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Building Gender Equality into Construction Industry

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A new report from the University of NSW Sydney researchers has investigated why large construction companies are failing to attract, retain and support the progression of women professionals and what they can do about it.

The report, Demolishing Gender Structures, is the culmination of three years of research, and it presents findings from research at two major Australian construction companies.

According to the Australian Government Employment by Industry statistics, the construction sector is Australia’s third largest employer and the most male-dominated industry in the country. In 2016, 88 per cent of the construction workforce was male, which included 99 per cent of construction tradespeople and 86 per cent of construction managers and professionals.

The report found large construction companies are actively piloting a range of initiatives to support gender equality.

Jobsite spoke with the co-author of the report, Postdoctoral Fellow at The Human Rights Institute, Natalie Galea about how the research was undertaken and what the findings mean for the industry. 

“Our research is focused on construction professionals, managers and professionals involved in the delivery of construction projects, working for large construction companies,” Galea says. “Construction professionals are employed in a range of positions including site engineer, project engineer, project manager, site manager, foreman, design specialist, commercial manager, construction manager, and project director. Construction professionals generally hold a tertiary qualification, although, in some instances, they may have risen through the ranks via a trade. It does not include office/admin women”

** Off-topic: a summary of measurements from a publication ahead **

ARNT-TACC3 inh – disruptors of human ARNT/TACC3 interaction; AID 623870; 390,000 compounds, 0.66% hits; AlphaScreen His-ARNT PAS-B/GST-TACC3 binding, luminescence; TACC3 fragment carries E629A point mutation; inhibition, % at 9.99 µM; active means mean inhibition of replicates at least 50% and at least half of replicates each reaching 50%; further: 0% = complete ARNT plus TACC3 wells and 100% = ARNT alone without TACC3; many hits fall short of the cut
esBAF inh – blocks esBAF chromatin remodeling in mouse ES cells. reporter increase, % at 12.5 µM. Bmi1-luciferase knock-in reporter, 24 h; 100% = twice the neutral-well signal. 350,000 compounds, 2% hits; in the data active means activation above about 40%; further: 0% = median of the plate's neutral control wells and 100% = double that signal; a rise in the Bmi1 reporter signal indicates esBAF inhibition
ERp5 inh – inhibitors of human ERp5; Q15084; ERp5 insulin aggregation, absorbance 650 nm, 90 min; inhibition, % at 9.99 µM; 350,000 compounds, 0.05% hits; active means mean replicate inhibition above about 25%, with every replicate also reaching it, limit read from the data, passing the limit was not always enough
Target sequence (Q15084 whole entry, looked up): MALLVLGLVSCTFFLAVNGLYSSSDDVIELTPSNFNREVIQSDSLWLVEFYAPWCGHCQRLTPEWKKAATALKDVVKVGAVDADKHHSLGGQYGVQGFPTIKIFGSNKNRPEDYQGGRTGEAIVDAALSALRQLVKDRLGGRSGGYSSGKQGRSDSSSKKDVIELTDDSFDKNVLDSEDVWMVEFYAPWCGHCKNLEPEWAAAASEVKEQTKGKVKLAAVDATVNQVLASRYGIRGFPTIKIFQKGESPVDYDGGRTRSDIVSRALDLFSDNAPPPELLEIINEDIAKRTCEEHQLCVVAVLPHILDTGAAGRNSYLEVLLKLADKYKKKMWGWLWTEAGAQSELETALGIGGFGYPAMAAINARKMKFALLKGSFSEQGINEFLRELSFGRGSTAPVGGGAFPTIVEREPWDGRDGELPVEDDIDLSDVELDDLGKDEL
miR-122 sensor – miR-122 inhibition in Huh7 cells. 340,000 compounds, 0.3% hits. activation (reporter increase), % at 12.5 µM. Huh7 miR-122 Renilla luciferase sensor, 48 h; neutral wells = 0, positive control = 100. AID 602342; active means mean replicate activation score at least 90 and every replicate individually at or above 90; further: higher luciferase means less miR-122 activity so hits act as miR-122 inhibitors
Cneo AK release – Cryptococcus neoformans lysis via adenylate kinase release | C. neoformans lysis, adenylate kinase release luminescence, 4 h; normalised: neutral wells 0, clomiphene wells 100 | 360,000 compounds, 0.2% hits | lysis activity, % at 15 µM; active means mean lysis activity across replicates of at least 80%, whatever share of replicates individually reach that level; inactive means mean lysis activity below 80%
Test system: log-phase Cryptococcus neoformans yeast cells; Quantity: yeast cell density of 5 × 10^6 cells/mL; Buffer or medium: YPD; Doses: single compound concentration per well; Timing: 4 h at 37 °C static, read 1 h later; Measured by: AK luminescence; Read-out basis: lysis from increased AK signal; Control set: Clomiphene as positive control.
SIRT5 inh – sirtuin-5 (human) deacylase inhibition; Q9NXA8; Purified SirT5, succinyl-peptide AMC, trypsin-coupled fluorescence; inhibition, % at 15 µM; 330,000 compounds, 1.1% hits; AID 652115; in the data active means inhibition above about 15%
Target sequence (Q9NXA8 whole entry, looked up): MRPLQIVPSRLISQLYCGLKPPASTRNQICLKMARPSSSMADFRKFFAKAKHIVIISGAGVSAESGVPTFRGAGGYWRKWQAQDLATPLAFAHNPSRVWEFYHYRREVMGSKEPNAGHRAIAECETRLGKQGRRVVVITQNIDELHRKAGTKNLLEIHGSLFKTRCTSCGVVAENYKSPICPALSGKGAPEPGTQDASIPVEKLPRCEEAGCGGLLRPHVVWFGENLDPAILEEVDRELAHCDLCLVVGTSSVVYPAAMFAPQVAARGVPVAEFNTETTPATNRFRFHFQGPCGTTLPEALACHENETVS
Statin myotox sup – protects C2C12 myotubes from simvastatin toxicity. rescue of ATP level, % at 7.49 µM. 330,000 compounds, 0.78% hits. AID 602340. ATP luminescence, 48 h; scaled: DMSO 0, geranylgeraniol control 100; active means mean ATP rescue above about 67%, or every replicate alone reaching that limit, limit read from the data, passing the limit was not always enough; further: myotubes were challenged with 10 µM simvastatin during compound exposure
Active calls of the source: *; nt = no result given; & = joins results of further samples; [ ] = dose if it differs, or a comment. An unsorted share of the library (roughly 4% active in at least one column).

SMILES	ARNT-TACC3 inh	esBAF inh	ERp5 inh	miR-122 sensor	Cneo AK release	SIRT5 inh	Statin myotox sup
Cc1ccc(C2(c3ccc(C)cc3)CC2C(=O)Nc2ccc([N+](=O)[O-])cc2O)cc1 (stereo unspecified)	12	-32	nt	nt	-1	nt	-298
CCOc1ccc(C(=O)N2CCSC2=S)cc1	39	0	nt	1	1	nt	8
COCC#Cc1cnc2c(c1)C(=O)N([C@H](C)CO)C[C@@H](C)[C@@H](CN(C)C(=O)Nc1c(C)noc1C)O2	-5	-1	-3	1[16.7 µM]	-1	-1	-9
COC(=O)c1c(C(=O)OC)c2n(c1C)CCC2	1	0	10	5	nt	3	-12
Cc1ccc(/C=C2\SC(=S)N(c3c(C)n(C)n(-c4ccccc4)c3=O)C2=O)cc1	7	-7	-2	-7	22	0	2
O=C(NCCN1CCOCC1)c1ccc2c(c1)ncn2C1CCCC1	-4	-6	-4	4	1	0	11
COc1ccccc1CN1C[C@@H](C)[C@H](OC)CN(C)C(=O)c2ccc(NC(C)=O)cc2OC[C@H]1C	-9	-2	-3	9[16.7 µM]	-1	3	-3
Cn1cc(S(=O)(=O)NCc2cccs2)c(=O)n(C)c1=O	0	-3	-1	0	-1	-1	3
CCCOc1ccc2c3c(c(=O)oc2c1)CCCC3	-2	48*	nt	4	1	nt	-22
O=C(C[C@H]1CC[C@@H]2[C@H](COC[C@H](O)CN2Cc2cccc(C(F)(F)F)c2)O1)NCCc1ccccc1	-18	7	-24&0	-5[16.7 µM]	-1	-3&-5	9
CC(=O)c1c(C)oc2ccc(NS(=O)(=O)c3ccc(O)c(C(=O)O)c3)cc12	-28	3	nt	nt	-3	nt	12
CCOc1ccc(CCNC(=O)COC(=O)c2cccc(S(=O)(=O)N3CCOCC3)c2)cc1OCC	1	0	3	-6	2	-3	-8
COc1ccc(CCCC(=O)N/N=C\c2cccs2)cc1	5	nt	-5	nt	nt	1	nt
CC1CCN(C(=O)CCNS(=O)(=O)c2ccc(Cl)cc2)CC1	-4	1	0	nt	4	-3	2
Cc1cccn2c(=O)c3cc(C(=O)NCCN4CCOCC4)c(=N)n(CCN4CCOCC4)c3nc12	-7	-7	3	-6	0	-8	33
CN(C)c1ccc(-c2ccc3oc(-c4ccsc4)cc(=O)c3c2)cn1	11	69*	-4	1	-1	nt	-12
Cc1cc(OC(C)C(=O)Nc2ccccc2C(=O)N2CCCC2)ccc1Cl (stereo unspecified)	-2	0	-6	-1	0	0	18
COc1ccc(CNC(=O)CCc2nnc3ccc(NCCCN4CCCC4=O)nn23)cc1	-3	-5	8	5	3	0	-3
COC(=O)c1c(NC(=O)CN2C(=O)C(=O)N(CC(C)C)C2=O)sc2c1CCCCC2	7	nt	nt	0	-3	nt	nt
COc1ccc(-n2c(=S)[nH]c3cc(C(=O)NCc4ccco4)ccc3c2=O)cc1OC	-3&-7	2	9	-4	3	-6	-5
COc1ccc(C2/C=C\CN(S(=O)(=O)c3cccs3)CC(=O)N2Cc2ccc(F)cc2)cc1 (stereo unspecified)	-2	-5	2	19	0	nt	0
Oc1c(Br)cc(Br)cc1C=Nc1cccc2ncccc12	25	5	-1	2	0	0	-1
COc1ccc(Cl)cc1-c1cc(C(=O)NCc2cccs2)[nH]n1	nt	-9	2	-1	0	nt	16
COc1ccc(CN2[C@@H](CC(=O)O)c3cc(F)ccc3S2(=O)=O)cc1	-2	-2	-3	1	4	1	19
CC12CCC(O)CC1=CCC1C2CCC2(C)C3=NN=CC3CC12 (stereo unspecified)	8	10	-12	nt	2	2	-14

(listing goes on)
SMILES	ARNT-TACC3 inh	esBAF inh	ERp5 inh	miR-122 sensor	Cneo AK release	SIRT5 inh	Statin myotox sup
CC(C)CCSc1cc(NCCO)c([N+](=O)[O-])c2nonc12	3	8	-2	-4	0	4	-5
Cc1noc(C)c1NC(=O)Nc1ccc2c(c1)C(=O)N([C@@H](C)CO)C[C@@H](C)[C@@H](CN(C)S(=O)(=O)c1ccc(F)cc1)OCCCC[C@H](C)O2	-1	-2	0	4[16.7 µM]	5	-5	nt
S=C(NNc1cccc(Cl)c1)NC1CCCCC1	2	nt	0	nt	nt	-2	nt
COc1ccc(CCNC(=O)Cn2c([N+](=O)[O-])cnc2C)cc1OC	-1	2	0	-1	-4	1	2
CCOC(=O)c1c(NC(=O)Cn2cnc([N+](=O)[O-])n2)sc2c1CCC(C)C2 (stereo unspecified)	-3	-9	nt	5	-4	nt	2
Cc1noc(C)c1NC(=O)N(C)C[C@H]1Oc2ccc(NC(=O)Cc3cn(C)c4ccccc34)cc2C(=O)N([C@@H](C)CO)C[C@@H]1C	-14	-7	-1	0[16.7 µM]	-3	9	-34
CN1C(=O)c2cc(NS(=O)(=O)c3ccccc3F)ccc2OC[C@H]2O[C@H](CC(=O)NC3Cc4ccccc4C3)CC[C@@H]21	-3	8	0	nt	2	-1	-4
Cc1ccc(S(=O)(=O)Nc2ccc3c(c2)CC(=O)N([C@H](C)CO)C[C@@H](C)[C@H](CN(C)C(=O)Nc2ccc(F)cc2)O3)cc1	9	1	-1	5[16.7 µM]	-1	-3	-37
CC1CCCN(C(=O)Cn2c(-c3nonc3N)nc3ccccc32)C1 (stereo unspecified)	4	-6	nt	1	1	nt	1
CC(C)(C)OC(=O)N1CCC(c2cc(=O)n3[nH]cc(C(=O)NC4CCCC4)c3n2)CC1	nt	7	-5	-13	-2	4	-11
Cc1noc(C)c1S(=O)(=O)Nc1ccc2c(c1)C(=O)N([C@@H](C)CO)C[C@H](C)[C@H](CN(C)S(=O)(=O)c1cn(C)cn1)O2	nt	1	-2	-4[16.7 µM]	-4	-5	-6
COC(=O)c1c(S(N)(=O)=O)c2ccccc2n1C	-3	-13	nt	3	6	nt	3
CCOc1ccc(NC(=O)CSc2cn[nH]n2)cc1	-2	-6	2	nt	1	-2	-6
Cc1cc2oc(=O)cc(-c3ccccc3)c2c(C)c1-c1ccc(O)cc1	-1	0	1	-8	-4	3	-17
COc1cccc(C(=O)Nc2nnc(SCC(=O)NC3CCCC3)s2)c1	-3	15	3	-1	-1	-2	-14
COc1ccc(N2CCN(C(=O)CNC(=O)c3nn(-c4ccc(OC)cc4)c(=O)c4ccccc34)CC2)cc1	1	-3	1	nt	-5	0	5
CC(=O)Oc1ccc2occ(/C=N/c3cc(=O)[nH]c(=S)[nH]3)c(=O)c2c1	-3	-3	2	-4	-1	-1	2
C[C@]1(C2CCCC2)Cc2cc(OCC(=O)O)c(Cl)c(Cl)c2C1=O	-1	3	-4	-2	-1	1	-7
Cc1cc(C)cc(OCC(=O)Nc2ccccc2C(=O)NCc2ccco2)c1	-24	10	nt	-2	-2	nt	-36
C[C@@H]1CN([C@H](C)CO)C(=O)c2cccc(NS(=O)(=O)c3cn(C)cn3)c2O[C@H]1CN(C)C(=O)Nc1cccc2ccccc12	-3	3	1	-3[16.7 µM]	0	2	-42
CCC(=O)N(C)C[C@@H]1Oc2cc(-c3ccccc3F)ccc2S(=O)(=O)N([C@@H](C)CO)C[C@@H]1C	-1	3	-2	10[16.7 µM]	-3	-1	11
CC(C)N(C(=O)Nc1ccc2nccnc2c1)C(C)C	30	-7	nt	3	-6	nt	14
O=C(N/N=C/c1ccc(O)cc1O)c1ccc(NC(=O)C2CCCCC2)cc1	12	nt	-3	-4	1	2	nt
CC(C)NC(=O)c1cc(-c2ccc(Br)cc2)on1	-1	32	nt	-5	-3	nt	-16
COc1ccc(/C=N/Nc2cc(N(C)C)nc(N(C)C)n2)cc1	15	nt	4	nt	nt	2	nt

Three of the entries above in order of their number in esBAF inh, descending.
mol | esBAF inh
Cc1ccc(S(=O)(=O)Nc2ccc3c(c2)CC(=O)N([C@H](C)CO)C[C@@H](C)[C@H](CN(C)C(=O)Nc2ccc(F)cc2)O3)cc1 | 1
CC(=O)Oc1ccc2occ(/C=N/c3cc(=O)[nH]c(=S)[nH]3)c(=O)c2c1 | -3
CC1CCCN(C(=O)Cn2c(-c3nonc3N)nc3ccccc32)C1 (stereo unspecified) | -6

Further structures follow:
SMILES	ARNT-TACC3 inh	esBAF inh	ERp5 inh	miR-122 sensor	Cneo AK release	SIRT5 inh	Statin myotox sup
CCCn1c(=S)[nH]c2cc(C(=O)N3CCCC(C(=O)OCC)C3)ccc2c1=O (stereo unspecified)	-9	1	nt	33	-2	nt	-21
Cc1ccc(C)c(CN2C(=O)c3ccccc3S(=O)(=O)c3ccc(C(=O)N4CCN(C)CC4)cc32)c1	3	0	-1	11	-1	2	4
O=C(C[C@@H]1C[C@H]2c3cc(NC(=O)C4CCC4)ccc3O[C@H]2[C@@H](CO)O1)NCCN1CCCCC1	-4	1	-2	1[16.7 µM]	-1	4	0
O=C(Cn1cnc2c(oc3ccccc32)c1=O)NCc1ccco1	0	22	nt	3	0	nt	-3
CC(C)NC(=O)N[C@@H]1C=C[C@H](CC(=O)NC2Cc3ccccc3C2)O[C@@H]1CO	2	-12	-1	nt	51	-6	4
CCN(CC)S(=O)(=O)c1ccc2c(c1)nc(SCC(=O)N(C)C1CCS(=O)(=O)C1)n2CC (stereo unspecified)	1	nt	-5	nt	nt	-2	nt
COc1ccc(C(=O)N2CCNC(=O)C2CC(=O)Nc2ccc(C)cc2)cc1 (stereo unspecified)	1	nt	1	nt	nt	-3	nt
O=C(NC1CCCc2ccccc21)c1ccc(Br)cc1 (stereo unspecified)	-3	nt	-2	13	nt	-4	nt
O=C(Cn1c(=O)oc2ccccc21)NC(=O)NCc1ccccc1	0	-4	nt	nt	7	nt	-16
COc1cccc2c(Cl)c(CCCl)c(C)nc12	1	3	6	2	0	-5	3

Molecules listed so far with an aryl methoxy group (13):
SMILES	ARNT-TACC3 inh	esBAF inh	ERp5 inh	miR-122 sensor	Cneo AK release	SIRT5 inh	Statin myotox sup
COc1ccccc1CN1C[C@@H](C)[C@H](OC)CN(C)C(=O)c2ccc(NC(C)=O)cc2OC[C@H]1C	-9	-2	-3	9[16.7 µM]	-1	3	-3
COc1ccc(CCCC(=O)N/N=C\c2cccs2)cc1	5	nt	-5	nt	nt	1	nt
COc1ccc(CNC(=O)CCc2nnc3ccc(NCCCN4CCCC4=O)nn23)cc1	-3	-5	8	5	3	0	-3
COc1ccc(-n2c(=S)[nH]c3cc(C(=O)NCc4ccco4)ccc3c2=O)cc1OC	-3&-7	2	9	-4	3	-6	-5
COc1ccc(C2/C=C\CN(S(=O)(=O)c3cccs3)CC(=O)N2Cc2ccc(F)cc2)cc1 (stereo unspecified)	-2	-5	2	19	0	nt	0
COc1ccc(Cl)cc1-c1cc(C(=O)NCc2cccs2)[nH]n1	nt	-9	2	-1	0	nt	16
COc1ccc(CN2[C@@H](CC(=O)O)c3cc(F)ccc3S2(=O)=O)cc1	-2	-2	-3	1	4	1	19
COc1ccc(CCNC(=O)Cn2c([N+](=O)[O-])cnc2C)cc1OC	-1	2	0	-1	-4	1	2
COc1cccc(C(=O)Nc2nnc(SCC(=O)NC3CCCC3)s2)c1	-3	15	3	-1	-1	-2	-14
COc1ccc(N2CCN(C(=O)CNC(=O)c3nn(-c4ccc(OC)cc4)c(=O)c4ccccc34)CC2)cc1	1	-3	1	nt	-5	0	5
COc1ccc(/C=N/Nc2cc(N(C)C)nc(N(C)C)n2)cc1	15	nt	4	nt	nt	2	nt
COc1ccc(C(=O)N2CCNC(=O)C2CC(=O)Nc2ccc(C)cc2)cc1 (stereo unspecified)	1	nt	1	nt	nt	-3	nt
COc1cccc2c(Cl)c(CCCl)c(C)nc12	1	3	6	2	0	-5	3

Galea points out that the study concerned both men and women. The report found large construction companies are actively piloting a range of initiatives to support gender equality, for example, by flexibility initiatives, wellbeing initiatives, and gender targets. However, it also made recommendations for additional approaches.

According to the report, three factors have contributed to the gender imbalance:

•    Long hours and a culture of total availability that deters workers with care responsibilities.

•    Tolerance of sexism, which includes sexist drawings, wording, and behaviour.

•    Women are having to negotiate their parental leave and return, despite formal leave policies.

Among the recommendations released are for companies to:

•    Offer part-time, shared, and flexible roles and five-day work week programs that allow workers more time with family.

•    Employ a Zero tolerance to sexism, with a policy spelled out and enforced at inductions and events.

•    Ensure they offer fatigue monitoring as well as safe and secure women’s toilets and showers on site.

“Our research found three main factors undermine women’s retention: long hours and a culture of total availability, a tolerance of sexism, and women having to negotiate their parental leave and return,” said Galea.